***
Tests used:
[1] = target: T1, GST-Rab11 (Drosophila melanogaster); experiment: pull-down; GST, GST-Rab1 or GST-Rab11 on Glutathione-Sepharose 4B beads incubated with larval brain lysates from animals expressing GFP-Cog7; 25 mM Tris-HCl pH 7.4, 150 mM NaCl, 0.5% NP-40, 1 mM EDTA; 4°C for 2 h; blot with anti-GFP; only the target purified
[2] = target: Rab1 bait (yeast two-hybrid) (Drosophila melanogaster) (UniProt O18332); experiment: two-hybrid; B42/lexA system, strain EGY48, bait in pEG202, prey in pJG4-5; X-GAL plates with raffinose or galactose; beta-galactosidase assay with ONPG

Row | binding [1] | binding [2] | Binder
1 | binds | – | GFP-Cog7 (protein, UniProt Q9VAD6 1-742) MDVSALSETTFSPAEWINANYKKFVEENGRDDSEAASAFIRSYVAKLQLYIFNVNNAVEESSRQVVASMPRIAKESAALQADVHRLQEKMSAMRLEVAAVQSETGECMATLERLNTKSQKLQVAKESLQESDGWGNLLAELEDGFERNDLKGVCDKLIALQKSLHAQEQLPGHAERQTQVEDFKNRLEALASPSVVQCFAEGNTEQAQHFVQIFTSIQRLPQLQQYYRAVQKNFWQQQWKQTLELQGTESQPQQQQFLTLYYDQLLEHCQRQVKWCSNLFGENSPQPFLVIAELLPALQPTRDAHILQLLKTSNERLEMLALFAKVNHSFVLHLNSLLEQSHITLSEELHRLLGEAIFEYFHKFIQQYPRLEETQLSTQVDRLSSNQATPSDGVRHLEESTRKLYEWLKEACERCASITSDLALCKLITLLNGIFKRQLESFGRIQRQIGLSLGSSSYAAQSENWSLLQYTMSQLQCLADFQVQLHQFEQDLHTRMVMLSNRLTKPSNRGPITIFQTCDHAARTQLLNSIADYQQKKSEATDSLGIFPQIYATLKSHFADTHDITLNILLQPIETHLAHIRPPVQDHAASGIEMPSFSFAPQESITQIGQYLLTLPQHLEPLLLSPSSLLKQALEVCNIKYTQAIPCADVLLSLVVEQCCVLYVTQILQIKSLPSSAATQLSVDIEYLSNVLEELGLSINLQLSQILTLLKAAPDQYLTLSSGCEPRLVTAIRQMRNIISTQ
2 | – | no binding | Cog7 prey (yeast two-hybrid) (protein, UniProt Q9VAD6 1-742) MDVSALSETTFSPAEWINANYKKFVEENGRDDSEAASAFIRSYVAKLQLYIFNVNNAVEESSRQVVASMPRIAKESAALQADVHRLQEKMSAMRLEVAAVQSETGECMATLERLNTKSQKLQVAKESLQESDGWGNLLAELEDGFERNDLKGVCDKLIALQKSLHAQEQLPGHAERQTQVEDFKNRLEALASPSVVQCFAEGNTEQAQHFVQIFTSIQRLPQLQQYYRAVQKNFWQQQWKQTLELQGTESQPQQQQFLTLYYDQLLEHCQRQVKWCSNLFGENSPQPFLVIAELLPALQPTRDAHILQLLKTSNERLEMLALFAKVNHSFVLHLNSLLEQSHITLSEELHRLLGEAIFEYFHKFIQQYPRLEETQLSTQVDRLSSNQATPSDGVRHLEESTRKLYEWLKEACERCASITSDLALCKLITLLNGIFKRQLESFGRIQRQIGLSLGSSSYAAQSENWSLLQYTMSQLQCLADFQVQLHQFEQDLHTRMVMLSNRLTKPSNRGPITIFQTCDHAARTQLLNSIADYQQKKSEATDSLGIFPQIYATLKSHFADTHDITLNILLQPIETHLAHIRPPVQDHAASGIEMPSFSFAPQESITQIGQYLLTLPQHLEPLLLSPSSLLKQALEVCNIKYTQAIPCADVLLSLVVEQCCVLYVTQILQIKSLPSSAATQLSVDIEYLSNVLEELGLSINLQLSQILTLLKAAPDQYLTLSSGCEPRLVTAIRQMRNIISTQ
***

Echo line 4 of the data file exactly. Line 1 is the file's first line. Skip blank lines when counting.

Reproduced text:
Row | binding [1] | binding [2] | Binder